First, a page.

7 Reasons (Awesome!) Salesforce Consultants don’t need a “Techie” Degree

That’s right, I said it. You don’t need a techie degree to become an awesome Salesforce consultant. As a Salesforce consultant with at least one engineering degree, I do not say that lightly. In fact, when I started Redpath Consulting Group in 2008, I firmly believed that to be a Salesforce consultant you needed a computer science/IT degree. And, I’m sure you’re wondering why! Well, it is obvious, isn’t it? Salesforce is a Customer Relationship Management (CRM) computer software system. So to become a Salesforce implementation consultant, clearly you need to be a software and computer engineer. Don’t you?…

…No; I was wrong, so wrong! To be clear, I am not saying that having a techie degree won’t help in some areas of Salesforce consulting or having a degree in general will not help, just maybe not as much as you might think. Hear me out.

What led me to my conclusion?

Redpath has been hiring and training Salesforce consultants since 2009. Our first consultant had a degree in psychology with experience in IT support. I must admit I was skeptical, but to my surprise and delight it was not long before she had several Salesforce certifications and was implementing Salesforce for our clients. Our second consultant had a degree in Spanish, and had been working in a non-IT role. Again, it was not long before she also had several certifications and an impressive book of business.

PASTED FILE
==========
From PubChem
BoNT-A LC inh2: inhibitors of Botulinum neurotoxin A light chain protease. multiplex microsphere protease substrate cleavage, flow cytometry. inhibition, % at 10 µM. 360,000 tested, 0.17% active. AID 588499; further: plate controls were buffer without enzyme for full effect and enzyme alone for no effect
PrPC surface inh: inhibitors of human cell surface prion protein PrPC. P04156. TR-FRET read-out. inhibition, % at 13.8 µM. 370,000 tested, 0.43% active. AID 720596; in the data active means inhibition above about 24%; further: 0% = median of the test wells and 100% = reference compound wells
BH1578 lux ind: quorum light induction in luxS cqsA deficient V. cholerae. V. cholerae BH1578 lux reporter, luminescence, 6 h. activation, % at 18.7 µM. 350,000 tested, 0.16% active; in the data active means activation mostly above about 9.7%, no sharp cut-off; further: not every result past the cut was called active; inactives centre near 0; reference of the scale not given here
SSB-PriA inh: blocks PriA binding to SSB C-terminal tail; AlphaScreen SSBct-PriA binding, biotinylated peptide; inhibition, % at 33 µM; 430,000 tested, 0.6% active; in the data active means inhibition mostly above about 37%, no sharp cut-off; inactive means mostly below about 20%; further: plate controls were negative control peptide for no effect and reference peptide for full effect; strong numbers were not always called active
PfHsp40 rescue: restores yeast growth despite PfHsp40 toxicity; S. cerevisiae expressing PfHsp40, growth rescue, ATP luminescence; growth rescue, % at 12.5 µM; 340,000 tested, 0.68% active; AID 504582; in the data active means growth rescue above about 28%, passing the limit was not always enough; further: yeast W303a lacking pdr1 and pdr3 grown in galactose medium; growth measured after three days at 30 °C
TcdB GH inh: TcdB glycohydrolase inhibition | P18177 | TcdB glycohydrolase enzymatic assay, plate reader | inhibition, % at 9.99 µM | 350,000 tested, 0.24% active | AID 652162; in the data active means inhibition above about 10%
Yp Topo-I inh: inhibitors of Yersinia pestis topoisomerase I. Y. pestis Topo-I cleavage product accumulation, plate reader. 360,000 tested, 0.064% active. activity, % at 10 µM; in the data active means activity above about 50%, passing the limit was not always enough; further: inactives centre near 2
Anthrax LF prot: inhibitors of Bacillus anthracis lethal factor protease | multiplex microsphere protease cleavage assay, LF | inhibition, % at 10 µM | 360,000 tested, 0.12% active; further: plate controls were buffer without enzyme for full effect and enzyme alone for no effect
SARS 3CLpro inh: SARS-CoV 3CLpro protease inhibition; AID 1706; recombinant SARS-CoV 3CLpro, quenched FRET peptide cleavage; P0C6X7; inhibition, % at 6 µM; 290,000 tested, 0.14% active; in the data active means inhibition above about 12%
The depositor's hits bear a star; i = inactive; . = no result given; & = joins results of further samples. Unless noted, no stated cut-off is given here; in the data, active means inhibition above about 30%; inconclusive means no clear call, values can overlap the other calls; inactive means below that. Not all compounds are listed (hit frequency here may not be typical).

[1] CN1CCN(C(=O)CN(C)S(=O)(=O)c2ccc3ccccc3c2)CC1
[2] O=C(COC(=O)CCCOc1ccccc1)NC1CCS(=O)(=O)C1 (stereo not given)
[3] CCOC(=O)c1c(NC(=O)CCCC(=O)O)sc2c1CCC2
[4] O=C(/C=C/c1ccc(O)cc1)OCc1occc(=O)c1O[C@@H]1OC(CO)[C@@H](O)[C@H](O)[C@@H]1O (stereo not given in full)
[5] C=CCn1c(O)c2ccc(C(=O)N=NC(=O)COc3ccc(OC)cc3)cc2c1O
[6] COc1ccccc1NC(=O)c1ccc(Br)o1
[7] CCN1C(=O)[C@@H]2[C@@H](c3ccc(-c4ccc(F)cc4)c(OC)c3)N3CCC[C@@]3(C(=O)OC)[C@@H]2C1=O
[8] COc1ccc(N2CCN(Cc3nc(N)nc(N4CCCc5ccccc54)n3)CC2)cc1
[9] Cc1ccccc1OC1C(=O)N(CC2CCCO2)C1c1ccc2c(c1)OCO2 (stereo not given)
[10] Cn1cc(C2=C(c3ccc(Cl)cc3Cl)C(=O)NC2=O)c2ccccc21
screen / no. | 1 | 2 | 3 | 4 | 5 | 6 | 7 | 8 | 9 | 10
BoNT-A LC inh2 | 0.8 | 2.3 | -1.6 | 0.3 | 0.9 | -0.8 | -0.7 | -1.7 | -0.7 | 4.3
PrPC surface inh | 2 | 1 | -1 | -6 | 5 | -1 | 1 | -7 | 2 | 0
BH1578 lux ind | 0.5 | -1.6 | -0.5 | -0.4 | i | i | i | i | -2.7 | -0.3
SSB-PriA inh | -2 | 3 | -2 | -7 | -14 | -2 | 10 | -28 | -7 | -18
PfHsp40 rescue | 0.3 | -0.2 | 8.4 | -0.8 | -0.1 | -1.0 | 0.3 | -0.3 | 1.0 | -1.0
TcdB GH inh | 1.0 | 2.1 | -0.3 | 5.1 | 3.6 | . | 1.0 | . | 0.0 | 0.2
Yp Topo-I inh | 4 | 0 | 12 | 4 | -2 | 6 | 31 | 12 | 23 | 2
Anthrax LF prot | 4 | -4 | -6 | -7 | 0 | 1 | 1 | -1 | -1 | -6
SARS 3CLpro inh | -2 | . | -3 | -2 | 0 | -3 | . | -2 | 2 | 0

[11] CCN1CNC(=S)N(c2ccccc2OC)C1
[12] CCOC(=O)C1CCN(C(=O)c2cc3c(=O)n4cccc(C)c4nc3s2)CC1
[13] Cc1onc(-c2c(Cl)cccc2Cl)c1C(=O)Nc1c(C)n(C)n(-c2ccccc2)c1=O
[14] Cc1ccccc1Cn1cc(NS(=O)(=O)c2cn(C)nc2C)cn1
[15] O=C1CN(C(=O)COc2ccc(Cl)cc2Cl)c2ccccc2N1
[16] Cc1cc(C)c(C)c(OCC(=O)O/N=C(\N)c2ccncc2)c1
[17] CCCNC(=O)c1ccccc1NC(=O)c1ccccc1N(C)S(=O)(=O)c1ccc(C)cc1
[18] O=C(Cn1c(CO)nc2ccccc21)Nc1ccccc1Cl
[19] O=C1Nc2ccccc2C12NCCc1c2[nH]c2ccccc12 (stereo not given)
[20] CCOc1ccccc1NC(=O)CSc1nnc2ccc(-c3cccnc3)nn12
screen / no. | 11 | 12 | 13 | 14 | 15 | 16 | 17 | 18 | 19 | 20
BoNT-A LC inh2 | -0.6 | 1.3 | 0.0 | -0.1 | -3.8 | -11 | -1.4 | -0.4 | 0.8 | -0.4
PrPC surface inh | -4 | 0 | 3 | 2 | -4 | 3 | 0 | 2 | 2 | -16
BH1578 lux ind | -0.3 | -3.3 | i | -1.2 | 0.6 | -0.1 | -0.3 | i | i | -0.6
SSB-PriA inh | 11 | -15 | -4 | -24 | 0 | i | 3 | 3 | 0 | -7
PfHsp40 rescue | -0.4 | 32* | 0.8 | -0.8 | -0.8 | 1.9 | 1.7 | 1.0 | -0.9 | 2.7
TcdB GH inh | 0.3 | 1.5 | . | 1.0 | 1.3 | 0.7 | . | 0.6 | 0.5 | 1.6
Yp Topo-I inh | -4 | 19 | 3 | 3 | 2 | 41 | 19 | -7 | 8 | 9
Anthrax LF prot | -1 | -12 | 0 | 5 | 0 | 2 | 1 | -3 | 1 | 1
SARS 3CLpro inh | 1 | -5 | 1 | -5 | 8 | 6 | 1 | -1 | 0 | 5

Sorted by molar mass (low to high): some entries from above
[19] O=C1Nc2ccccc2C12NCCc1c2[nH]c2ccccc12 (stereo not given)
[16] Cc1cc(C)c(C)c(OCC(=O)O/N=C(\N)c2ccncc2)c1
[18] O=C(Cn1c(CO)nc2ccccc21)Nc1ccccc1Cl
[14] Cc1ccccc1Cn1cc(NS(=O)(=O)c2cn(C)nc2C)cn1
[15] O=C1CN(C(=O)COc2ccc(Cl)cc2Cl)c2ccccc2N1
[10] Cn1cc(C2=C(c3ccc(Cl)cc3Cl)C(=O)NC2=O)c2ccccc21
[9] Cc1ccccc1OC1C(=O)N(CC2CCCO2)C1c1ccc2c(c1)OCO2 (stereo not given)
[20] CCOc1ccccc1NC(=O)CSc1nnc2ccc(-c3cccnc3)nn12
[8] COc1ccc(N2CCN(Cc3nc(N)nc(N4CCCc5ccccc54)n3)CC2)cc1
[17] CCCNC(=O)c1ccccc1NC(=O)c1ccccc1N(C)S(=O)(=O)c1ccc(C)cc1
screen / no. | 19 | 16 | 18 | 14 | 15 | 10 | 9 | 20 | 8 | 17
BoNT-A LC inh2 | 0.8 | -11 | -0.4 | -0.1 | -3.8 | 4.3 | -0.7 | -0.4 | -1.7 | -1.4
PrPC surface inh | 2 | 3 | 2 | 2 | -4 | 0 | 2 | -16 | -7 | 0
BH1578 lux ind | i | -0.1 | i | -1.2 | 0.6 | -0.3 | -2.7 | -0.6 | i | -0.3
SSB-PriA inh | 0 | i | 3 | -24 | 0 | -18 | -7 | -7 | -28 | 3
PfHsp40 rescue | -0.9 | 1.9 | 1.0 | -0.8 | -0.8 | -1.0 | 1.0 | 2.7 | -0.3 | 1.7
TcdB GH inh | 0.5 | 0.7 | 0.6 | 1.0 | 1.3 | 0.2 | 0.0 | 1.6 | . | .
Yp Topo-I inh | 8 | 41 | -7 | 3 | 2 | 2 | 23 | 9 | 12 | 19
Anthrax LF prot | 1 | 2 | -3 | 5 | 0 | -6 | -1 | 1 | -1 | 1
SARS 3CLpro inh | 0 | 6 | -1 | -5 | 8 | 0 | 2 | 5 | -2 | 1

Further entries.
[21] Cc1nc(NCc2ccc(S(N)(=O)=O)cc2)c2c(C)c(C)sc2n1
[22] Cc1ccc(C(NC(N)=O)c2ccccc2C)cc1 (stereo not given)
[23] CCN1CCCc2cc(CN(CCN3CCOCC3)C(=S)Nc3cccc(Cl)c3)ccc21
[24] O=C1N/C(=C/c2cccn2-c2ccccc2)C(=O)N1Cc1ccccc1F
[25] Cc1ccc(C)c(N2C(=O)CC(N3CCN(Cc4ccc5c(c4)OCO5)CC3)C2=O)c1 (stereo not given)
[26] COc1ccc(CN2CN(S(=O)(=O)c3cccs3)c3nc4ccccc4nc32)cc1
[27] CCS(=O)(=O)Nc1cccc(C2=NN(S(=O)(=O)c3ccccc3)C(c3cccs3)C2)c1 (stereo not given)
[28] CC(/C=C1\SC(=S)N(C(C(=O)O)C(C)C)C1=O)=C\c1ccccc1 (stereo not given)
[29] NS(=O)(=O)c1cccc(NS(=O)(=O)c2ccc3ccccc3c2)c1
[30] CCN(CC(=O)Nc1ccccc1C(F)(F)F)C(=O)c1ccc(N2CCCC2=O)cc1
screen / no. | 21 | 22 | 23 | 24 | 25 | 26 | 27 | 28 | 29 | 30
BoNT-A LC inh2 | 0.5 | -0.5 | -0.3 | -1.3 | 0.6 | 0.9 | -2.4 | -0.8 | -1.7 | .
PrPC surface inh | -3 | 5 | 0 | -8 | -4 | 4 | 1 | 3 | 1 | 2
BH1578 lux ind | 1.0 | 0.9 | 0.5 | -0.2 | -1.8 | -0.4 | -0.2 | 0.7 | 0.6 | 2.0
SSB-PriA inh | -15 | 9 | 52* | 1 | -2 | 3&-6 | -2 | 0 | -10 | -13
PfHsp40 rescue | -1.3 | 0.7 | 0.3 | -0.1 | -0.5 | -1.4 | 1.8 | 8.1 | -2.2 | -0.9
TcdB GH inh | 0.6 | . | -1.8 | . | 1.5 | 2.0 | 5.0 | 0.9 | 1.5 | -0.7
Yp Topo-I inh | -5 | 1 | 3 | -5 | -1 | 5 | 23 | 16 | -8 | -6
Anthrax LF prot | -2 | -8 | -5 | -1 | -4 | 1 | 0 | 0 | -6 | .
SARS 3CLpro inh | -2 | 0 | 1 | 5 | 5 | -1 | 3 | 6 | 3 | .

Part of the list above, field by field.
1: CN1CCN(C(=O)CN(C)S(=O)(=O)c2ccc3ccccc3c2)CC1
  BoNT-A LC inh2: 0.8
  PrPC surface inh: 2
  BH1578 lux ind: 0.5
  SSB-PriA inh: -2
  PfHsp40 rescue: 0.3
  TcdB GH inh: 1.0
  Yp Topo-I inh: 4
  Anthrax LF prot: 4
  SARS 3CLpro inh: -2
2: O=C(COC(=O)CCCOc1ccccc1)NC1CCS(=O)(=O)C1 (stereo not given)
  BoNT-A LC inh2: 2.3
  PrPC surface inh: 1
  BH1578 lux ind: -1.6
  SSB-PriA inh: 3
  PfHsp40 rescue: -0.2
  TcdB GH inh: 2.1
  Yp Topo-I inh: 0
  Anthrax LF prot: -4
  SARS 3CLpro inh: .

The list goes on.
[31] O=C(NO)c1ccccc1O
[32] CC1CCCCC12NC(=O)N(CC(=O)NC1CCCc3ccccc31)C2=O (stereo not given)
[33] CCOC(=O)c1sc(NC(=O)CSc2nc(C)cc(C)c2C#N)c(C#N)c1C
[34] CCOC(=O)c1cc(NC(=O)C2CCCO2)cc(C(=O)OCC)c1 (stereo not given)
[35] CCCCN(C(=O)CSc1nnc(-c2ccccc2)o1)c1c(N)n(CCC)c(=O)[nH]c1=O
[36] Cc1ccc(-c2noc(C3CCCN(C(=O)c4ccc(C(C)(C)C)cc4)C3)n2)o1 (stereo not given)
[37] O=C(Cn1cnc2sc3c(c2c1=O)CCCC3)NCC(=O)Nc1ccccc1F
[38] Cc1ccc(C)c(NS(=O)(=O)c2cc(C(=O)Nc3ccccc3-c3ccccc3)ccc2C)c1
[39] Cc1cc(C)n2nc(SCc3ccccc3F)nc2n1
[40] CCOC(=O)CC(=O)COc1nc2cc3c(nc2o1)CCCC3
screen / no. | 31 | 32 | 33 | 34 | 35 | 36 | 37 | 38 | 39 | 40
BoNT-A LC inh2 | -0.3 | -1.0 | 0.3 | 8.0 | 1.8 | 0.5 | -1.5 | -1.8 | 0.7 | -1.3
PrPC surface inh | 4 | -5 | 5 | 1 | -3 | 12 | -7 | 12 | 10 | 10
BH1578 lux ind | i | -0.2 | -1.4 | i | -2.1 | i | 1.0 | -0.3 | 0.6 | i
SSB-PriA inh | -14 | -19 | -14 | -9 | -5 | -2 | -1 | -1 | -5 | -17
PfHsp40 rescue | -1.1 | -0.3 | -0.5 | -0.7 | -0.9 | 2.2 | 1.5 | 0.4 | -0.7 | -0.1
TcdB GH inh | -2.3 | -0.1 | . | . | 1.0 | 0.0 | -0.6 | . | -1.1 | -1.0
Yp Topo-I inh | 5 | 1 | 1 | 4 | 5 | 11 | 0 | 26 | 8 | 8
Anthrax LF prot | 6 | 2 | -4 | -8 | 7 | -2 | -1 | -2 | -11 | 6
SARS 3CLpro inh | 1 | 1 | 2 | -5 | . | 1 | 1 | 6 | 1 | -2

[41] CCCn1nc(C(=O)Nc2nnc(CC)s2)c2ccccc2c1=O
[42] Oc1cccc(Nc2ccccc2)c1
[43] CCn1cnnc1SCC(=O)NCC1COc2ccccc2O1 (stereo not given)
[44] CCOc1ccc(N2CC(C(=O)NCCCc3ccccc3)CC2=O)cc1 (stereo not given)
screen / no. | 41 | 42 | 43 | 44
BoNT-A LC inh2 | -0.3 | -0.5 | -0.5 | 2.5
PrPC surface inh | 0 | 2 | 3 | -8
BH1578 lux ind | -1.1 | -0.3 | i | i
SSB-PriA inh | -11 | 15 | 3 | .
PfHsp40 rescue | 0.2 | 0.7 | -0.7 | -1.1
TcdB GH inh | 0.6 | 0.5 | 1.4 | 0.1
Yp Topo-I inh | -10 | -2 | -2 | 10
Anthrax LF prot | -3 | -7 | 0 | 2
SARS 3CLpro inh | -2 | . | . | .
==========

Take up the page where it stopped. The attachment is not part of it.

On the flip side, we did hire a traditional software developer, too, and found that we had to pair him with one of the Salesforce consultants. While he was excellent at solving technical problems with code and integrations, he did not have some of the soft consulting skills. As a team, we have found this diversity — having both non-techie and techie consultants — has worked well.